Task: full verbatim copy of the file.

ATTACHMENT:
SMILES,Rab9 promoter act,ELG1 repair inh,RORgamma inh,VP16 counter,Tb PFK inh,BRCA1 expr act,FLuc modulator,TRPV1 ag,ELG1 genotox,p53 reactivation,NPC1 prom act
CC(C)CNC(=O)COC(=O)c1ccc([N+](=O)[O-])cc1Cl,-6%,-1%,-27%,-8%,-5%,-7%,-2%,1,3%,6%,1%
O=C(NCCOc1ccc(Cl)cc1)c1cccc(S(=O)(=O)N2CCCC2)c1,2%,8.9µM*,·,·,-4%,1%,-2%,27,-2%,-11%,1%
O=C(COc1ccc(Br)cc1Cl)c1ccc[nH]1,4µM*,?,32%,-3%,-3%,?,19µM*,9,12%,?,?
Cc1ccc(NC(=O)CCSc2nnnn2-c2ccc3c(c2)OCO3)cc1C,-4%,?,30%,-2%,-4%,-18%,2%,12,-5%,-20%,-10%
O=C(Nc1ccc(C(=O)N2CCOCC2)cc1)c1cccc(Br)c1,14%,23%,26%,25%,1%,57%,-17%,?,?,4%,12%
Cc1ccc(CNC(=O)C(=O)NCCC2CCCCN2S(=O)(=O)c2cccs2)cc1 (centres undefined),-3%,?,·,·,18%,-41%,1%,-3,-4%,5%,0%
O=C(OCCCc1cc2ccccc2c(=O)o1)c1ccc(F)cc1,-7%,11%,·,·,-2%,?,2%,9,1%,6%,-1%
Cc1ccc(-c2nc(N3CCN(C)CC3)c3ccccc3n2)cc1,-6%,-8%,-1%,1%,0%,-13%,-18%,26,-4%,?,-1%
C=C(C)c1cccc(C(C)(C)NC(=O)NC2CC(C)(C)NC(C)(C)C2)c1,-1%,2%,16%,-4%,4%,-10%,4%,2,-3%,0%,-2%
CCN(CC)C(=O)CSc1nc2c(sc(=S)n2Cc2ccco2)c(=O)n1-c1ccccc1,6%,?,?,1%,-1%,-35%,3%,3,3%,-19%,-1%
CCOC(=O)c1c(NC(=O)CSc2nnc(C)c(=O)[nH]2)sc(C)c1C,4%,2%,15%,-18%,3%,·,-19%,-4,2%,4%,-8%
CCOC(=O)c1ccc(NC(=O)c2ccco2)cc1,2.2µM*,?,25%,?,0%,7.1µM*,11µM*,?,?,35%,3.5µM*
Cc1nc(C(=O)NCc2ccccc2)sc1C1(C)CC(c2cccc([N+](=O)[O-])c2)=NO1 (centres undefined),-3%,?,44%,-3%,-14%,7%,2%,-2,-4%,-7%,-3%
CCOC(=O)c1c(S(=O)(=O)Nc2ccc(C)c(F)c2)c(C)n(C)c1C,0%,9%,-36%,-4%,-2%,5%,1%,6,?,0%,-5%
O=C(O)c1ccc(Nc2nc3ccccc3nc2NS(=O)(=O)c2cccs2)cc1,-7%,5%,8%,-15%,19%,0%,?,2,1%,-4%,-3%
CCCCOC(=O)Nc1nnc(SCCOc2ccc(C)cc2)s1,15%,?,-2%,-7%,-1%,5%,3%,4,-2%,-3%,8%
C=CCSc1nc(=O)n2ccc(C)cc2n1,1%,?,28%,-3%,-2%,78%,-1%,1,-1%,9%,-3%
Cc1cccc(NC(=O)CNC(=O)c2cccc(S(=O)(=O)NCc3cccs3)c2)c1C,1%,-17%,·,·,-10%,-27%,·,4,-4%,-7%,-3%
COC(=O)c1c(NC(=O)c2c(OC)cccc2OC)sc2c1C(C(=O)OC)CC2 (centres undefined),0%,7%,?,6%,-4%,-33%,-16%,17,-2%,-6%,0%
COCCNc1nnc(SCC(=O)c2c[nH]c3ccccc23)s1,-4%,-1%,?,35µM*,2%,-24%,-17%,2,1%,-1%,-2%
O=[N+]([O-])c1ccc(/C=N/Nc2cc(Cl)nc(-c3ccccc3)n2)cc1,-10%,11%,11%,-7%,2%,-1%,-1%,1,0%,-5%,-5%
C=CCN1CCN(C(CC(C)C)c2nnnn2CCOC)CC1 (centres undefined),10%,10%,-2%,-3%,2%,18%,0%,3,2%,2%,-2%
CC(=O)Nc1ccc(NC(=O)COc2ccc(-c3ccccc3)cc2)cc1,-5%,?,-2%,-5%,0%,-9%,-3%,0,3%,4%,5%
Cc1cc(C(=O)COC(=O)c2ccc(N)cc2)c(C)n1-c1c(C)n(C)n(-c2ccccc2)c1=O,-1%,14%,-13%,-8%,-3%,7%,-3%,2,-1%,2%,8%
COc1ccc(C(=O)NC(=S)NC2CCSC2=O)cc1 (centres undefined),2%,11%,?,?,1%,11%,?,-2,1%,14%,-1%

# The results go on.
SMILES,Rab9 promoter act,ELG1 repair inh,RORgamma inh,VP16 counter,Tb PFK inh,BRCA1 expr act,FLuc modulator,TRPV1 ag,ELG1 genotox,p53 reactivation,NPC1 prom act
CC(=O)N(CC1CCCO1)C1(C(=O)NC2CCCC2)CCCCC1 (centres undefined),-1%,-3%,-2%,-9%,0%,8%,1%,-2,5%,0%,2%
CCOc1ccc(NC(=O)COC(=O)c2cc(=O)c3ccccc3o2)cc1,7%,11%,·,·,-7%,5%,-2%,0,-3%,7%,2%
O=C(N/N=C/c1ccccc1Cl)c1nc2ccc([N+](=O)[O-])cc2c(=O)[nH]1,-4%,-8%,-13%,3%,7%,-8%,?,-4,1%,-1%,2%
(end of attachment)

SMILES,Rab9 promoter act,ELG1 repair inh,RORgamma inh,VP16 counter,Tb PFK inh,BRCA1 expr act,FLuc modulator,TRPV1 ag,ELG1 genotox,p53 reactivation,NPC1 prom act
CC(C)CNC(=O)COC(=O)c1ccc([N+](=O)[O-])cc1Cl,-6%,-1%,-27%,-8%,-5%,-7%,-2%,1,3%,6%,1%
O=C(NCCOc1ccc(Cl)cc1)c1cccc(S(=O)(=O)N2CCCC2)c1,2%,8.9µM*,·,·,-4%,1%,-2%,27,-2%,-11%,1%
O=C(COc1ccc(Br)cc1Cl)c1ccc[nH]1,4µM*,?,32%,-3%,-3%,?,19µM*,9,12%,?,?
Cc1ccc(NC(=O)CCSc2nnnn2-c2ccc3c(c2)OCO3)cc1C,-4%,?,30%,-2%,-4%,-18%,2%,12,-5%,-20%,-10%
O=C(Nc1ccc(C(=O)N2CCOCC2)cc1)c1cccc(Br)c1,14%,23%,26%,25%,1%,57%,-17%,?,?,4%,12%
Cc1ccc(CNC(=O)C(=O)NCCC2CCCCN2S(=O)(=O)c2cccs2)cc1 (centres undefined),-3%,?,·,·,18%,-41%,1%,-3,-4%,5%,0%
O=C(OCCCc1cc2ccccc2c(=O)o1)c1ccc(F)cc1,-7%,11%,·,·,-2%,?,2%,9,1%,6%,-1%
Cc1ccc(-c2nc(N3CCN(C)CC3)c3ccccc3n2)cc1,-6%,-8%,-1%,1%,0%,-13%,-18%,26,-4%,?,-1%
C=C(C)c1cccc(C(C)(C)NC(=O)NC2CC(C)(C)NC(C)(C)C2)c1,-1%,2%,16%,-4%,4%,-10%,4%,2,-3%,0%,-2%
CCN(CC)C(=O)CSc1nc2c(sc(=S)n2Cc2ccco2)c(=O)n1-c1ccccc1,6%,?,?,1%,-1%,-35%,3%,3,3%,-19%,-1%
CCOC(=O)c1c(NC(=O)CSc2nnc(C)c(=O)[nH]2)sc(C)c1C,4%,2%,15%,-18%,3%,·,-19%,-4,2%,4%,-8%
CCOC(=O)c1ccc(NC(=O)c2ccco2)cc1,2.2µM*,?,25%,?,0%,7.1µM*,11µM*,?,?,35%,3.5µM*
Cc1nc(C(=O)NCc2ccccc2)sc1C1(C)CC(c2cccc([N+](=O)[O-])c2)=NO1 (centres undefined),-3%,?,44%,-3%,-14%,7%,2%,-2,-4%,-7%,-3%
CCOC(=O)c1c(S(=O)(=O)Nc2ccc(C)c(F)c2)c(C)n(C)c1C,0%,9%,-36%,-4%,-2%,5%,1%,6,?,0%,-5%
O=C(O)c1ccc(Nc2nc3ccccc3nc2NS(=O)(=O)c2cccs2)cc1,-7%,5%,8%,-15%,19%,0%,?,2,1%,-4%,-3%
CCCCOC(=O)Nc1nnc(SCCOc2ccc(C)cc2)s1,15%,?,-2%,-7%,-1%,5%,3%,4,-2%,-3%,8%
C=CCSc1nc(=O)n2ccc(C)cc2n1,1%,?,28%,-3%,-2%,78%,-1%,1,-1%,9%,-3%
Cc1cccc(NC(=O)CNC(=O)c2cccc(S(=O)(=O)NCc3cccs3)c2)c1C,1%,-17%,·,·,-10%,-27%,·,4,-4%,-7%,-3%
COC(=O)c1c(NC(=O)c2c(OC)cccc2OC)sc2c1C(C(=O)OC)CC2 (centres undefined),0%,7%,?,6%,-4%,-33%,-16%,17,-2%,-6%,0%
COCCNc1nnc(SCC(=O)c2c[nH]c3ccccc23)s1,-4%,-1%,?,35µM*,2%,-24%,-17%,2,1%,-1%,-2%
O=[N+]([O-])c1ccc(/C=N/Nc2cc(Cl)nc(-c3ccccc3)n2)cc1,-10%,11%,11%,-7%,2%,-1%,-1%,1,0%,-5%,-5%
C=CCN1CCN(C(CC(C)C)c2nnnn2CCOC)CC1 (centres undefined),10%,10%,-2%,-3%,2%,18%,0%,3,2%,2%,-2%
CC(=O)Nc1ccc(NC(=O)COc2ccc(-c3ccccc3)cc2)cc1,-5%,?,-2%,-5%,0%,-9%,-3%,0,3%,4%,5%
Cc1cc(C(=O)COC(=O)c2ccc(N)cc2)c(C)n1-c1c(C)n(C)n(-c2ccccc2)c1=O,-1%,14%,-13%,-8%,-3%,7%,-3%,2,-1%,2%,8%
COc1ccc(C(=O)NC(=S)NC2CCSC2=O)cc1 (centres undefined),2%,11%,?,?,1%,11%,?,-2,1%,14%,-1%

# The results go on.
SMILES,Rab9 promoter act,ELG1 repair inh,RORgamma inh,VP16 counter,Tb PFK inh,BRCA1 expr act,FLuc modulator,TRPV1 ag,ELG1 genotox,p53 reactivation,NPC1 prom act
CC(=O)N(CC1CCCO1)C1(C(=O)NC2CCCC2)CCCCC1 (centres undefined),-1%,-3%,-2%,-9%,0%,8%,1%,-2,5%,0%,2%
CCOc1ccc(NC(=O)COC(=O)c2cc(=O)c3ccccc3o2)cc1,7%,11%,·,·,-7%,5%,-2%,0,-3%,7%,2%
O=C(N/N=C/c1ccccc1Cl)c1nc2ccc([N+](=O)[O-])cc2c(=O)[nH]1,-4%,-8%,-13%,3%,7%,-8%,?,-4,1%,-1%,2%